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Jackass Presents Bad Grandpa (2013)
Paramount Home Entertainment
Blu-ray Disc Released: 1/28/2013
All Ratings out of
Review by Mike Long, Posted on 1/17/2014
There are plenty of words which could be used to describe Jackass -- stupid, immature, dangerous, insane, bad role models, etc. And yet, I highly doubt that anyone has ever uttered the phrase "good idea" while watching either the TV show of one of the movies. And yet, that's what sprang to mind as I watched Bad Grandpa. Johnny Knoxville and his cohorts clearly haven't grown tired of the stunts and pranks for which they become famous, but they seem to have grown weary of how they are being presented. In all of their previous projects, we've simply been presented with a collection of individual vignettes. While some were tenuously linked, they were shot in a verite sense, with the intent to be to capture the moment. Someone had the good idea to takes these elements and place them inside of a loose narrative so that the result was a series of crazy antics which a story to bring all of it together.
There were several times on the Jackass TV show and in the Jackass movies (which were simply more explicit versions of the show) where Johnny Knoxville and Spike Jonze were made-up to look like either an elderly man or woman (Jonze seemed to prefer to be the woman). They would then go out in public and do very bizarre things in order to shock on-lookers. This idea has been carried over in the Jackass Presents Bad Grandpa feature film, but, again, this time there is a story.
86-year old Irving Zisman (Johnny Knoxville) is going through a rough patch. His wife has just died, and his daughter is being sent to jail. Due to the latter incident, Irving must now look after his 8-year old grandson, Billy (Jackson Nicoll). Feeling that he is now free to live his own life feeling his wife's death, Irving has no intention of taking care of the child and makes arrangements for the boy to live with this biological father in North Carolina. So, Irving settles his affairs in Lincoln, Nebraska and heads for the east coast. Along the way, Irving and Billy get into a lot of trouble and the old man finds himself growing fond of the boy.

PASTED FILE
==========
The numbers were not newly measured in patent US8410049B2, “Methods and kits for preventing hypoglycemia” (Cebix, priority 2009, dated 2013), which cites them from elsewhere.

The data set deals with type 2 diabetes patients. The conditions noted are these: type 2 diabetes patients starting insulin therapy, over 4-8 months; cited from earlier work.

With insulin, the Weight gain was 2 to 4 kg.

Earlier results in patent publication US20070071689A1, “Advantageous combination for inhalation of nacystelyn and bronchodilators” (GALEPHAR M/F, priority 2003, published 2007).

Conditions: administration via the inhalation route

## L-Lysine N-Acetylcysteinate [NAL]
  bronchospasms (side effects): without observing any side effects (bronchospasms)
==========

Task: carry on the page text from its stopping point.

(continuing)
To say that Bad Grandpa is a weird undertaking would be a gross understatement. Again, the movie is a hybrid of sketch show and narrative film, which sounds like a disaster, but somehow, it works. We know that Irving isn't really an old man and that Billy is simply an actor, but, thanks to the improvisational manner in which the film was made, we also feel the true connection between them, and thus there is a bizarre emotional component to the film. Sure, I had feelings with the other Jackass projects -- I felt sorry for those who had to live with those idiots. But here, I found myself oddly compelled by this clearly fake story. I wanted to see Billy finally get his wish of simply fishing with his grandfather.